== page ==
US music college rankings put Eastman on top

US music college rankings put Eastman on top


norman lebrecht

June 24, 2015

This is a supposedly objective list, based on the following criteria:

Teaching Quality / Professor Ratings (10%)

Staff / Student Ratio (15%)

Median Salary of Graduates (10%)

SAT / ACT Test Scores (15%)

Graduation Rate Performance (10%)

Undergraduate Academic Reputation (20%)

Student Selectivity (5%)

Alumni (5%) Academic (Undergraduate) / Research (Graduate) Performance (5%) G-factor (5%).


It gives the following as the ‘best’ music colleges for 2015:

1 Eastman          Rochester

2 Juilliard           New York


2nd best

3 NEC                  Boston

4 Oberlin             Ohio

5 Curtis                Philadelphia

6 IU                      Bloomington

7 U Mich             Ann Arbor

More here.


  • Jeffrey Biegel says:

    All wonderful schools indeed. I still believe, and correct me if I am wrong in 2015, that one goes for the teacher no matter where they are. There are some amazing teachers nestles away in schools not listed.

    • Jerron Jorgensen says:

      I think primarily that is still true, but I find these days it is becoming less and less likely that one goes to school for performance and then winds up stepping into a performance-only career. Therefore, it certainly behooves one to go to a school where they can get both a good education from their individual applied area instructor as well as an overall good education from their other professors (history, theory, repertoire & literature, etc.)

  • Fiddleman says:

    These rankings give more weight to SAT/ACT scores than to teacher quality? What a joke. This list is not at all reflective of where top-tier students are applying and attending.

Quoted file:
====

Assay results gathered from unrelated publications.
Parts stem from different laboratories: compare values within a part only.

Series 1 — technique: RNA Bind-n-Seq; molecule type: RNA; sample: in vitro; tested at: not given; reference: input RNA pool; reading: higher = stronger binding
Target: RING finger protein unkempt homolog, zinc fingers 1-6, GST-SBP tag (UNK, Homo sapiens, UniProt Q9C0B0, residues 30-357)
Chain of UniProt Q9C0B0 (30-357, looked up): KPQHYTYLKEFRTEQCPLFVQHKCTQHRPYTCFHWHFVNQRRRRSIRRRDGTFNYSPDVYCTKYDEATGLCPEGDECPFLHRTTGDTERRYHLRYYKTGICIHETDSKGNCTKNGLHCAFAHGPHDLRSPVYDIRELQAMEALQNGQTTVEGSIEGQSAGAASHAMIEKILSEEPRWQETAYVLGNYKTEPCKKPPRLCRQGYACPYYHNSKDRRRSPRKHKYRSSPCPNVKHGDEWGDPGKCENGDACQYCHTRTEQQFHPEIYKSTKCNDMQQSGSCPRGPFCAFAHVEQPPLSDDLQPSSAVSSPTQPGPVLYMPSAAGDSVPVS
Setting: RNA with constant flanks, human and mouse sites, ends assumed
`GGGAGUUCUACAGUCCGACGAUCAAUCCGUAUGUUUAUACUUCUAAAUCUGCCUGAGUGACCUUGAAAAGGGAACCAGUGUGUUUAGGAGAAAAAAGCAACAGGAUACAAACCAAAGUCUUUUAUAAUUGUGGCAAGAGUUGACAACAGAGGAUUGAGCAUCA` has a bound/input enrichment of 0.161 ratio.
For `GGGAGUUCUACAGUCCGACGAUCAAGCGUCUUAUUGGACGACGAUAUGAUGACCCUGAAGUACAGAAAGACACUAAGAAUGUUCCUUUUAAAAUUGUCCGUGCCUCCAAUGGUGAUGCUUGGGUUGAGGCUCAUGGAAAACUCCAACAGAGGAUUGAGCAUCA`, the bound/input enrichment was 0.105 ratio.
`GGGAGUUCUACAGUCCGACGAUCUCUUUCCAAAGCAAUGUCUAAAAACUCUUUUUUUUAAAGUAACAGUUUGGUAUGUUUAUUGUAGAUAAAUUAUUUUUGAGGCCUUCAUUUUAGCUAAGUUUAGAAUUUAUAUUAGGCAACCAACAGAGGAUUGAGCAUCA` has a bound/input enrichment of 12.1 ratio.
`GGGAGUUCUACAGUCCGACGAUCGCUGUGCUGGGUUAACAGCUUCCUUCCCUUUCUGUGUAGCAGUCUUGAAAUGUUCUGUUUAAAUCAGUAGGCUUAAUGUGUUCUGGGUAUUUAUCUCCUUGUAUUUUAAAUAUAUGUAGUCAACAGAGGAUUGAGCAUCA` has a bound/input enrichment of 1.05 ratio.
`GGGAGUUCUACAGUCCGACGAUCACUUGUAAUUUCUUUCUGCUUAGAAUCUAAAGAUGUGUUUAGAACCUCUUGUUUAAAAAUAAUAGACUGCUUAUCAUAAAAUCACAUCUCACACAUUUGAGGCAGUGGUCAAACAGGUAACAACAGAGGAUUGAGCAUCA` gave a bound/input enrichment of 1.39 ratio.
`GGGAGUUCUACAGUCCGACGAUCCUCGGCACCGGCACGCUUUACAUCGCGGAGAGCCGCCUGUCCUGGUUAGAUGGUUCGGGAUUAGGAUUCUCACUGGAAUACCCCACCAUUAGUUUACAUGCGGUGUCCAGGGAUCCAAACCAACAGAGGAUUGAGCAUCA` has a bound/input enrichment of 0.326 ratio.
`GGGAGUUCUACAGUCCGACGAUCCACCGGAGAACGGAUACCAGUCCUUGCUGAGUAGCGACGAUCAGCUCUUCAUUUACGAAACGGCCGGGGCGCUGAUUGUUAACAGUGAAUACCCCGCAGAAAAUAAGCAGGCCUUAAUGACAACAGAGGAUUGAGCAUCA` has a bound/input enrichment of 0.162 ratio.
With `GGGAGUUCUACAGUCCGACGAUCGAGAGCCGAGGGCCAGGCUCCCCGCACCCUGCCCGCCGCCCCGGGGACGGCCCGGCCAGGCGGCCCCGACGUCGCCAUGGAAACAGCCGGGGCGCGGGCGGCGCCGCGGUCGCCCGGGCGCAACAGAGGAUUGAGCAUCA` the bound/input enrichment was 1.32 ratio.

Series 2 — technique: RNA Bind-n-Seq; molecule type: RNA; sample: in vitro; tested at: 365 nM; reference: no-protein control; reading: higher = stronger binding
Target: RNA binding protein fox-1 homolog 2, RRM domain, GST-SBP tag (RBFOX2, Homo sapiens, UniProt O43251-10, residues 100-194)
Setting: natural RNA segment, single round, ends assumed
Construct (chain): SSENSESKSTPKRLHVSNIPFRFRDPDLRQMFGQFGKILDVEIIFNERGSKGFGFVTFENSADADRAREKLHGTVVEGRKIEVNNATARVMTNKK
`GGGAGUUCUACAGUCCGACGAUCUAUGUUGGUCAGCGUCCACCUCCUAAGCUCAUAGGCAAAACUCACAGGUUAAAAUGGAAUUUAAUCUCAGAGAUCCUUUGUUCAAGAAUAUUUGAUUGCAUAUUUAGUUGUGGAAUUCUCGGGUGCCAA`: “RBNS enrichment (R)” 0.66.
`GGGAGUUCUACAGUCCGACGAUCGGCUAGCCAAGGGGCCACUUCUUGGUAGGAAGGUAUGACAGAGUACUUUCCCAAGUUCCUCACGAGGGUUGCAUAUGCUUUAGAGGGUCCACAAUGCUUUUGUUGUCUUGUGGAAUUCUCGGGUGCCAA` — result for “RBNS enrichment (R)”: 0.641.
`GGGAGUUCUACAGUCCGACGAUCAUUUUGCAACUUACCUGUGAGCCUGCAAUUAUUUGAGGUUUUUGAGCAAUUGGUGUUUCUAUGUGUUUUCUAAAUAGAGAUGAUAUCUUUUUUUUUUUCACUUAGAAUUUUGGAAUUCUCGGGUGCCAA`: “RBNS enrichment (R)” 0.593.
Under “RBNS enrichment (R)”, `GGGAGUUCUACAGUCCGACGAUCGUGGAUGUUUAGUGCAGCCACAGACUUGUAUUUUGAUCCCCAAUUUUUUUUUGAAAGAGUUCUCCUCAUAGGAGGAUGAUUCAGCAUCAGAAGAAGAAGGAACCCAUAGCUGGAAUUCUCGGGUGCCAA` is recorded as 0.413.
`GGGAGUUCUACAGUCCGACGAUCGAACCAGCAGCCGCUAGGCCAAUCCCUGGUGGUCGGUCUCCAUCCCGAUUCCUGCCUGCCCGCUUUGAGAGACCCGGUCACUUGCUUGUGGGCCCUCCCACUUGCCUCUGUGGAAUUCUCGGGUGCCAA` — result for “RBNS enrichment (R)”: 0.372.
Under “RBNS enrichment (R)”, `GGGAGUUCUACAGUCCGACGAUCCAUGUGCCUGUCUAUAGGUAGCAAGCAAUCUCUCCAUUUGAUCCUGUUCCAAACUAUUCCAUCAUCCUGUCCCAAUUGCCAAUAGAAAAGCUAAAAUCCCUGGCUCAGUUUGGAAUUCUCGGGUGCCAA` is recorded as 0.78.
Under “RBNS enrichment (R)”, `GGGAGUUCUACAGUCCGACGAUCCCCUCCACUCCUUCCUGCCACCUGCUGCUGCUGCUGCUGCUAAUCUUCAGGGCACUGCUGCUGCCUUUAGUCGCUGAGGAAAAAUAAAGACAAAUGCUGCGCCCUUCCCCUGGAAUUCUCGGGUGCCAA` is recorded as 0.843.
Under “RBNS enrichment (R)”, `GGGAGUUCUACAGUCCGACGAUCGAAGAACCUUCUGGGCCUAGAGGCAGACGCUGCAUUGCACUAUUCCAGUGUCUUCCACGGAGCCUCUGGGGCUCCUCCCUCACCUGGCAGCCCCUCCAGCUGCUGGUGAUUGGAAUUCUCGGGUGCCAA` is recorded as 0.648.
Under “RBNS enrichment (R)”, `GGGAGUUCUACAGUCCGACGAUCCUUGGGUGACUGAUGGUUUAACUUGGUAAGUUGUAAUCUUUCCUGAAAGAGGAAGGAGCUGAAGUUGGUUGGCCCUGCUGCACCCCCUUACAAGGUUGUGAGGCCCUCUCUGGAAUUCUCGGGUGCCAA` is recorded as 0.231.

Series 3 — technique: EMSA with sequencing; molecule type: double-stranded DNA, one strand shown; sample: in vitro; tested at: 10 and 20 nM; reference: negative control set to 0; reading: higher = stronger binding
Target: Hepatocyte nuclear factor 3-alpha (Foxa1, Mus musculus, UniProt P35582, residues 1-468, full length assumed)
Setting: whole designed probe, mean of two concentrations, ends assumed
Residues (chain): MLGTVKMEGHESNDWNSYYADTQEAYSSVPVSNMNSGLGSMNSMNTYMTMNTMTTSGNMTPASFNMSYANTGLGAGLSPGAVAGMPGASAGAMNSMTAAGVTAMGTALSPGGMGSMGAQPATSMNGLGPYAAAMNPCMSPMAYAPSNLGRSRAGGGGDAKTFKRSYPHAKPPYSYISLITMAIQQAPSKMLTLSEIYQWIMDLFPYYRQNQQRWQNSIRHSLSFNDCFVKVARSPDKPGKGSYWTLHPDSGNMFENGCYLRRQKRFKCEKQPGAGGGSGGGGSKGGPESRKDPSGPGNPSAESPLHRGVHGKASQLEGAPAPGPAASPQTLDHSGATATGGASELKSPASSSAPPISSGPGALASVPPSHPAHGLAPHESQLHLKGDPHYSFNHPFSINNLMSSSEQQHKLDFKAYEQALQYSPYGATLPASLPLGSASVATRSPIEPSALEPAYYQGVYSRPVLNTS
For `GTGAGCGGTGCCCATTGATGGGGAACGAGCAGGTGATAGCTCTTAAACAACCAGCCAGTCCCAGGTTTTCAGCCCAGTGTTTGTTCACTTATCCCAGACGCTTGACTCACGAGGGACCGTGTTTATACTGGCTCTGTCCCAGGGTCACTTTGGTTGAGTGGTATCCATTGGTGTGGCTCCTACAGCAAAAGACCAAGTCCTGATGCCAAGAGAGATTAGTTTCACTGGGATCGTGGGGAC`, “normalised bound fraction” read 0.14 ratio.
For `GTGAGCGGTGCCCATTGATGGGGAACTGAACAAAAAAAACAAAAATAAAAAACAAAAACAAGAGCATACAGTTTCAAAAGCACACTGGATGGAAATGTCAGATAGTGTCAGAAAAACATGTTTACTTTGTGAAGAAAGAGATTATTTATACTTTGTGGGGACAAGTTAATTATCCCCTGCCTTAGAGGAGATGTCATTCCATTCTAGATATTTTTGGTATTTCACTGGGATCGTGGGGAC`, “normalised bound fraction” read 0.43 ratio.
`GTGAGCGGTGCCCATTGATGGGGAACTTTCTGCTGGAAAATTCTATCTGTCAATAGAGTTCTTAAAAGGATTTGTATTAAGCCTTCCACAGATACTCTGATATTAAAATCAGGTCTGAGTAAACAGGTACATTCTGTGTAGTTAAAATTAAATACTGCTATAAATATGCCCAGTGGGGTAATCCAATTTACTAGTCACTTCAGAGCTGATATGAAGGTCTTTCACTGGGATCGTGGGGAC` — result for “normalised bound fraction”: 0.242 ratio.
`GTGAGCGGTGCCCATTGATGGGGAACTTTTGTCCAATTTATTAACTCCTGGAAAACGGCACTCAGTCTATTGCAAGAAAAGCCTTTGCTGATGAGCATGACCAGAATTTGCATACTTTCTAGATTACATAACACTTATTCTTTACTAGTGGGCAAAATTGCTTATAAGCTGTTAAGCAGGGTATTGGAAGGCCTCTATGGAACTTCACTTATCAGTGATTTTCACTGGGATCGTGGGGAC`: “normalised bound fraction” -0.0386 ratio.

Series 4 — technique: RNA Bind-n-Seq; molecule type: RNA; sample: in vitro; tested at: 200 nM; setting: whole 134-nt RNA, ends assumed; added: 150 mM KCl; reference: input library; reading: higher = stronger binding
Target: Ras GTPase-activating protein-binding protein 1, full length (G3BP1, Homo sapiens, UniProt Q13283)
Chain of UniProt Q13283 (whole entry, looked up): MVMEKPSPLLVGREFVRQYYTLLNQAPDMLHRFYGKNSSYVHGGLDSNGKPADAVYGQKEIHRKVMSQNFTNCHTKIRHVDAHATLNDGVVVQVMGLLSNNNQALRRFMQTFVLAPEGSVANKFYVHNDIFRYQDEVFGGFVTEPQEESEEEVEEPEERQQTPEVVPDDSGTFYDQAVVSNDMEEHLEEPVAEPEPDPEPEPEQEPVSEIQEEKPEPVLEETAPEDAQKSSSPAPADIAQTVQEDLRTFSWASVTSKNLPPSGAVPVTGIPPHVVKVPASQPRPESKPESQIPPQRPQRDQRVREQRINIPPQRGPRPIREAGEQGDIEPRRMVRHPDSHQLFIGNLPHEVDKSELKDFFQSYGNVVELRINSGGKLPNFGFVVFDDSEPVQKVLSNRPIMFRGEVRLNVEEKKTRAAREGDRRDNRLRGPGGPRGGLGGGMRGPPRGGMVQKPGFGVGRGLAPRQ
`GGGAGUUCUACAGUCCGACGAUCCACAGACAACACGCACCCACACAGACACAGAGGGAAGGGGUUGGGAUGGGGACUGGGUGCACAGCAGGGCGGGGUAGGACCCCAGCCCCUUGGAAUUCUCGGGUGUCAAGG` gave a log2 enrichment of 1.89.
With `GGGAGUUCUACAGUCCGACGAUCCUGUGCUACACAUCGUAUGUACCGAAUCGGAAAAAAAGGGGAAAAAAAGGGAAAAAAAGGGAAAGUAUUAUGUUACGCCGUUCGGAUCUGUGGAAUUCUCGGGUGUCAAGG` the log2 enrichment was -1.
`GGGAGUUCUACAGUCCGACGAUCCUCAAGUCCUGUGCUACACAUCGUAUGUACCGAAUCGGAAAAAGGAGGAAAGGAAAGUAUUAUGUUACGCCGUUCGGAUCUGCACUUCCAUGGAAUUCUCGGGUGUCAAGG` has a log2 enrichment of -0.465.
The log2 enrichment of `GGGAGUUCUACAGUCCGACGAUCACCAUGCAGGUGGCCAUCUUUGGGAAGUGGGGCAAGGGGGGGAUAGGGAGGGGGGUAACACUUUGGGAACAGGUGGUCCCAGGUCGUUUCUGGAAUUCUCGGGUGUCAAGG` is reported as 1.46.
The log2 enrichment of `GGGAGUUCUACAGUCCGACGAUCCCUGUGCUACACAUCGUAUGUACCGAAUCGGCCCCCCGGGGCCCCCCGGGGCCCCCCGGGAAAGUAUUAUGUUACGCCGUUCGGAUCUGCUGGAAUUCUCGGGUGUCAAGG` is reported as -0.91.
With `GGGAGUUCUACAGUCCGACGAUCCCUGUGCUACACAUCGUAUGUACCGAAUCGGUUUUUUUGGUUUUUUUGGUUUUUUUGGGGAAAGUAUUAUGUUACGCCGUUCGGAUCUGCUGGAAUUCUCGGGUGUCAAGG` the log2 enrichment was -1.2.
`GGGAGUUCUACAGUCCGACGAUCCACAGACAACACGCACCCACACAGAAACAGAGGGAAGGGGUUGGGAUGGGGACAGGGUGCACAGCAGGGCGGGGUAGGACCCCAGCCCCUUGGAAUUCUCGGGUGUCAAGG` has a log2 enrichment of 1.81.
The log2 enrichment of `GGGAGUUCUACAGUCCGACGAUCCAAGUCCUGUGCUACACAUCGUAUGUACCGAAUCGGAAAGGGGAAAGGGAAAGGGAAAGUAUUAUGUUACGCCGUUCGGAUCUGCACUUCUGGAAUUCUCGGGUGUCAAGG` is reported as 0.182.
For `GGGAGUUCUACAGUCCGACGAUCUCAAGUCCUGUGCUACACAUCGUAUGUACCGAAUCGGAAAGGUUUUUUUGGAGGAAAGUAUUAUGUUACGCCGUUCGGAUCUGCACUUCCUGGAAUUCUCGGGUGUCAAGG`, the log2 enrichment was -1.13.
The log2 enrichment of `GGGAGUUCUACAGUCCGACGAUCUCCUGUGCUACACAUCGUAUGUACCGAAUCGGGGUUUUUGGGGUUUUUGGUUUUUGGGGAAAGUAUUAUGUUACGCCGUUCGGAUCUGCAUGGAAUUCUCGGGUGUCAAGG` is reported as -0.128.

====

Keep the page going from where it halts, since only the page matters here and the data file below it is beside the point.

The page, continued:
• Beckmesser says:

      Maybe things have changed, but when I applied to Juilliard a few years ago there was no mention of SATs! It was all about finding a good fit with a teacher of your instrument.

  • Rich Patina says:

    Yes, all fine schools, and all charging students an arm and a leg to prepare for jobs that don’t exist.

    • Peter says:

      So what? They cultivate the human conduction. Not everything needs to be for the job market, unless we say he job market is the ultimate altar we humans aim our very being at.

      You are aiming quite low, and ballistics dictate your shot will land even lower…

  • schubertian1234 says:

    Any attempt to rank music schools is a farce. As previously mentioned, the almost singular reason people choose schools (assuming they want to be performers) is the teacher. Some of the “finest” music schools are laughably bad for certain instruments, while state schools or schools lower on the list have a track record of producing world-class musicians. The programs for my instrument at the first four schools are well known for being a joke at best. While the schools who turn out these unbelievable players aren’t even on this list.

  • Itsjtime says:

    My alma mater is on the list…i believe SAT scores were not mandatory. If they had been, half of the school would have scored a “genius rating” while the other half would have been categorized as “borderline retarded”.
    … I went to school for the teacher and the schools’ culture of music making.

  • Vince Lee Music says:

    While any music school ranking should be taken with several grains of salt, the page is definitely not objective, at least towards music schools. Their first music school list, released in 2010, plagiarized the last list published by US News & World Report in 1997. The 2011 list added Berklee, but was mostly unchanged otherwise. This 2015 list is incredibly similar to the 2011 list (especially schools 10-30.)

    For anyone curious for more details, I’ve got a full breakdown/comparison here: